Fang Fengli was the architect from the Chinese side behind the JV and the relationship was not always smooth. There were disagreements between the Chinese and foreign management on the way that business should be done and that led to some botched deals. In 1997, for example, Mr. Fang arranged the IPO for China’s first real i-banking deal. Management at Morgan expressed little interest in the deal so Fang did the deal with Goldman Sachs instead, which was a huge embarrassment for Morgan. Today, Morgan Stanley still maintains a 34% stake in CICC, but exerts little control over the day to day operations.

Mr. Fang remained a force in the China Financial Services industry and in 2004 setup another joint venture with Goldman Sachs and Gao Hua Securities. Recently however, this JV been in the news as well, as Fang might be leaving to setup his own private equity fund. Questions now being raised are whether Goldman will have the same control over the JV after Fang leaves and indeed whether they will want to continue on the JV at all.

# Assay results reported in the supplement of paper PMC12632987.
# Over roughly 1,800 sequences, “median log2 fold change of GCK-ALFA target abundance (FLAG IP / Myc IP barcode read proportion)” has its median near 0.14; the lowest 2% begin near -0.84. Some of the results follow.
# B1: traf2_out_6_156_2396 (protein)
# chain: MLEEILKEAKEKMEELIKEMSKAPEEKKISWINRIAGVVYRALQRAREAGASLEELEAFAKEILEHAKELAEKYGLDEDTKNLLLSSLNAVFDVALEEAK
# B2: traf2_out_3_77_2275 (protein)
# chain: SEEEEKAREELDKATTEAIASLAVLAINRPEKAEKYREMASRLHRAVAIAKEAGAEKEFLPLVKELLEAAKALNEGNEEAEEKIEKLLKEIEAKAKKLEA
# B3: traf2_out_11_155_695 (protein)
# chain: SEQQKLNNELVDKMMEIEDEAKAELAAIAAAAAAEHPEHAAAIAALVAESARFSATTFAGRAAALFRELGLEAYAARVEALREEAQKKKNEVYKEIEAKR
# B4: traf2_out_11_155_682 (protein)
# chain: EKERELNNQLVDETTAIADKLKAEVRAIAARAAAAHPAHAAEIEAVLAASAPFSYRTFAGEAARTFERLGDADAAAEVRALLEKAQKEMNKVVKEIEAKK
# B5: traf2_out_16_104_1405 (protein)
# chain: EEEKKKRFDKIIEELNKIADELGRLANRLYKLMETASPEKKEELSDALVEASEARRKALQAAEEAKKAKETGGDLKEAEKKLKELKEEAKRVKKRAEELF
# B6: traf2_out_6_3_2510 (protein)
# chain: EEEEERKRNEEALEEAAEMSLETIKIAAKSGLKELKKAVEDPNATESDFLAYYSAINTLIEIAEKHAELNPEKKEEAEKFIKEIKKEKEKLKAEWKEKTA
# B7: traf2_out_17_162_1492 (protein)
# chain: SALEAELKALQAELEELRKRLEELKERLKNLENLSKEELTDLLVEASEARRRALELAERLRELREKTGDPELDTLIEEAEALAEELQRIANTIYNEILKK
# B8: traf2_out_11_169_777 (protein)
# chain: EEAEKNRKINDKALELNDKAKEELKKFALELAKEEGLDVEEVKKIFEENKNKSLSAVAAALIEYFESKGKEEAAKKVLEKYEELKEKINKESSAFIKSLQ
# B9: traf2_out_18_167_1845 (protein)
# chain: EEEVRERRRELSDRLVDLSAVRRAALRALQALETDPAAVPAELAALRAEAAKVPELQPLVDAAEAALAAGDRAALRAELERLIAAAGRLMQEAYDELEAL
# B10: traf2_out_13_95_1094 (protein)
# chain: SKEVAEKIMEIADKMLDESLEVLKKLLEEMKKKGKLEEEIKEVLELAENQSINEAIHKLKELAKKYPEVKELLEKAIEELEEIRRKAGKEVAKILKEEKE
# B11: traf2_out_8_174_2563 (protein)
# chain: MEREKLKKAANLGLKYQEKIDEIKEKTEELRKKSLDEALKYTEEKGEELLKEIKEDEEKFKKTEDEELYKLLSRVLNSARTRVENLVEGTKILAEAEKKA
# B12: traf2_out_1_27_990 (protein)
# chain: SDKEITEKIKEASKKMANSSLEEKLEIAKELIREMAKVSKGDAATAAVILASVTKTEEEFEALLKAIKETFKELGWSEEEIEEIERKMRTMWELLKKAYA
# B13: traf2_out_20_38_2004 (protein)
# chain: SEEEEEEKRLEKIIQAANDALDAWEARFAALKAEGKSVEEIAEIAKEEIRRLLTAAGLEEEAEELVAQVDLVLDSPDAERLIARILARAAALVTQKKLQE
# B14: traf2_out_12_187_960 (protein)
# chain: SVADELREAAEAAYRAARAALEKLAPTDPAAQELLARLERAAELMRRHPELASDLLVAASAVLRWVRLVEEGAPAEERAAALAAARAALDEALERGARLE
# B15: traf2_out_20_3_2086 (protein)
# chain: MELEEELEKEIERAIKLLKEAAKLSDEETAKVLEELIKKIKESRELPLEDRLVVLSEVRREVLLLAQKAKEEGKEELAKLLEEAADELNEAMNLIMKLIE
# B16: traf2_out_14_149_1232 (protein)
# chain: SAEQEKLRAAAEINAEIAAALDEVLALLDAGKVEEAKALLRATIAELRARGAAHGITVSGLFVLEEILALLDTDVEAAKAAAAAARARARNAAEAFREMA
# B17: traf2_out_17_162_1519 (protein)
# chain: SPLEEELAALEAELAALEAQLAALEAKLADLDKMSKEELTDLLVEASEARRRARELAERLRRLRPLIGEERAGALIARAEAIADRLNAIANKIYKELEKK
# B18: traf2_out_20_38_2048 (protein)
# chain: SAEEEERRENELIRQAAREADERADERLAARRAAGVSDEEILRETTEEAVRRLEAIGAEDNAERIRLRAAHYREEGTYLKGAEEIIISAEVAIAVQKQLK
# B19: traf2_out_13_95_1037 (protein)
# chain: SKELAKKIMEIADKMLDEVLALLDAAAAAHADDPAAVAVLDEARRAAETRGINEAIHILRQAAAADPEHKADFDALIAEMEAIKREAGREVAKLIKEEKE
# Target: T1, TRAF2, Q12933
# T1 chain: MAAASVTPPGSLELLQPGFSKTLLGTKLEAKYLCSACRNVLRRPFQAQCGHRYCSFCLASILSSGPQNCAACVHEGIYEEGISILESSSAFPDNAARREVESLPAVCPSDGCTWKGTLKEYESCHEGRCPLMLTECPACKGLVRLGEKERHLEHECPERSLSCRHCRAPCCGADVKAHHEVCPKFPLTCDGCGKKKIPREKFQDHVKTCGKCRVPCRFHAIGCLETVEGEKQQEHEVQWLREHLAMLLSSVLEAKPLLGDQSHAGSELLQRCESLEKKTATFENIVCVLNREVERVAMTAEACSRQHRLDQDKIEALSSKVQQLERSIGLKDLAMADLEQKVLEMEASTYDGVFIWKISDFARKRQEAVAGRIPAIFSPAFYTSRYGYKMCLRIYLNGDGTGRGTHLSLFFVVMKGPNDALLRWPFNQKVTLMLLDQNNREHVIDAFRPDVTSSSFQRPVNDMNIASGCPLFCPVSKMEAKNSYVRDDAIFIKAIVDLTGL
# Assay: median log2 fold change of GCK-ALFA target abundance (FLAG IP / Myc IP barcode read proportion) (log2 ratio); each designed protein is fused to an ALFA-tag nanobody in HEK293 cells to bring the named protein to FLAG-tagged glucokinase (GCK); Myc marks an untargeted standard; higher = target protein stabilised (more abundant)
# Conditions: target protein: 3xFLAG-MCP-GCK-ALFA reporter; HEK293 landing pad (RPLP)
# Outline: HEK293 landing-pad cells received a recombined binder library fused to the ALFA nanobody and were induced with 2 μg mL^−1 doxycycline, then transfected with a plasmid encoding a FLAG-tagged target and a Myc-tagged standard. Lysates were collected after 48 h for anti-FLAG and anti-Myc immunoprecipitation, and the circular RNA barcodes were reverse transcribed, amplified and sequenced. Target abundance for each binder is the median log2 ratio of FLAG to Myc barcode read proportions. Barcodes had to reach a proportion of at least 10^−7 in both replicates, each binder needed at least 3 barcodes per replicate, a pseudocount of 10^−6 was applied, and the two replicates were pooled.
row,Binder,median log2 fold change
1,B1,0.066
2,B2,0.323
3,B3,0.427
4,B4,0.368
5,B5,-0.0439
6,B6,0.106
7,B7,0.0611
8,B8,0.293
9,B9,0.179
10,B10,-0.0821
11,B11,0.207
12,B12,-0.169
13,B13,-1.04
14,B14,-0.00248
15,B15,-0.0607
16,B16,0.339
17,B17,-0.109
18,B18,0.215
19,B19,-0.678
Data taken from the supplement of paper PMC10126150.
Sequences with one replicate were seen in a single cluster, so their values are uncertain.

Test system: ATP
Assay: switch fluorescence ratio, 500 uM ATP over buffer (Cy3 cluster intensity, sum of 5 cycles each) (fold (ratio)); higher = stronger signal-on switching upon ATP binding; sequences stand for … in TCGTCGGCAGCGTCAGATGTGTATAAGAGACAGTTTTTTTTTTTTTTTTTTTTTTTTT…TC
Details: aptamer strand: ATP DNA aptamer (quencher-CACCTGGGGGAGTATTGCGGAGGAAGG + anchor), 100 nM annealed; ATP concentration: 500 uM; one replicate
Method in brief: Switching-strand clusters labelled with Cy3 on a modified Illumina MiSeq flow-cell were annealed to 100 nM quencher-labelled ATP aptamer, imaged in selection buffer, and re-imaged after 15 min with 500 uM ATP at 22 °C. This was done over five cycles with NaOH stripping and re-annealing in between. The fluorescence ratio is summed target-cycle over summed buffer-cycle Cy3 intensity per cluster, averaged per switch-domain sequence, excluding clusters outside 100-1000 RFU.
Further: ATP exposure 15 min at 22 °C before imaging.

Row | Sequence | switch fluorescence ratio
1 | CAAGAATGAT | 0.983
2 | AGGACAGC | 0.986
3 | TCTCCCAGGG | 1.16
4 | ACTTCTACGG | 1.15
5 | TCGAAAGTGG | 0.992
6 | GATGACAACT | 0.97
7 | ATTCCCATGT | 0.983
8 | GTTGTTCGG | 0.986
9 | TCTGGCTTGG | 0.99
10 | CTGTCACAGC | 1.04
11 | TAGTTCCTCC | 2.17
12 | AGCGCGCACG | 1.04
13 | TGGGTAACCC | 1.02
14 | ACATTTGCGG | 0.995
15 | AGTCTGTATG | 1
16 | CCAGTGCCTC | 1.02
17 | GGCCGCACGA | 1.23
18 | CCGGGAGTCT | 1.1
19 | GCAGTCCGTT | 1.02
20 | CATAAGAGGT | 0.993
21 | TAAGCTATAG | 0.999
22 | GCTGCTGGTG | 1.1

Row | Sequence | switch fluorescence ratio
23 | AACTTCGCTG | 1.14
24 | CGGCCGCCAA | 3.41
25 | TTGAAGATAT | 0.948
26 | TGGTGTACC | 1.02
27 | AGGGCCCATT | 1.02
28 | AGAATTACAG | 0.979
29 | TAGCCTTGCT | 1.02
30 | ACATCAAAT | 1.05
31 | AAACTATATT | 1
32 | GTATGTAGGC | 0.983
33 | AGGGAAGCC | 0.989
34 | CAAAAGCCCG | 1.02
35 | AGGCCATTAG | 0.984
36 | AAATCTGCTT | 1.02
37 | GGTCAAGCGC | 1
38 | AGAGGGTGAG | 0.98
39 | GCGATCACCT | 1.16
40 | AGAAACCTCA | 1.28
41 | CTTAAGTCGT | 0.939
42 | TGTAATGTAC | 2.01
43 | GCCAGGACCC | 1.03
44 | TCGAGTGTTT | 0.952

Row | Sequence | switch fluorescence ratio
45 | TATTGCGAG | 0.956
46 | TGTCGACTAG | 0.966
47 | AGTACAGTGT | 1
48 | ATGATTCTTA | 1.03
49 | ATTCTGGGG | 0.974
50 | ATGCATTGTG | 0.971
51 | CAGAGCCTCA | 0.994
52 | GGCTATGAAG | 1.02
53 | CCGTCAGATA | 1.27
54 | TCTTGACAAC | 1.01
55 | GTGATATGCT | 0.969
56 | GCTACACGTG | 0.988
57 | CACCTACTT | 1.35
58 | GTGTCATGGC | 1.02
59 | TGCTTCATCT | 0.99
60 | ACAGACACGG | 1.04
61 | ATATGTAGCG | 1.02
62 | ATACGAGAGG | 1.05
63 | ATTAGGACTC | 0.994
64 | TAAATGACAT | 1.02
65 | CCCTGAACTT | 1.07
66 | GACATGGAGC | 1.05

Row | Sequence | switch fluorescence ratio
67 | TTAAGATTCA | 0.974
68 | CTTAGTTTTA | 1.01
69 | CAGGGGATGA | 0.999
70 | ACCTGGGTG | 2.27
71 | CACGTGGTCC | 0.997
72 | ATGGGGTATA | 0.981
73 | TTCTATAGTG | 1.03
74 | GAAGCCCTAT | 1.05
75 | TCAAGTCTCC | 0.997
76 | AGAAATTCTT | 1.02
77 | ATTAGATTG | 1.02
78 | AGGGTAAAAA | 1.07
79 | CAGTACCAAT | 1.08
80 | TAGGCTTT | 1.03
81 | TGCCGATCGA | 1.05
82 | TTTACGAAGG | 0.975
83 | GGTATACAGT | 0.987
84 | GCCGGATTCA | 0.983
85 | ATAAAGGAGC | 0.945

In both situations, the respective i-banks have invested greatly in a joint venture only to find themselves essentially sidelined and subject to the whim of their Chinese partners.

Conclusions

All three companies provide excellent case studies on doing business in China. Morgan Stanley and Goldman both wanted to get into the market and had to do so through JVs. After some initial success, they found themselves in a profitable position, both earning great returns on their initial investment, but one where they had little of the control that they were used to from any of their other joint ventures. Mattel has found itself at the centre of an incredibly sticky political situation and has had to do a sharp backtrack to save face and its business.

What they all have in common is the incredible need for companies to have a firm hand on their operations in China. Before entering the market, foreign companies need to have a very clear understanding of what they’re looking to accomplish and how they’re going to do it. Key in all of this is either having someone on the ground in China or a partner you can 100% trust to represent your interests and help you keep an eye on the business.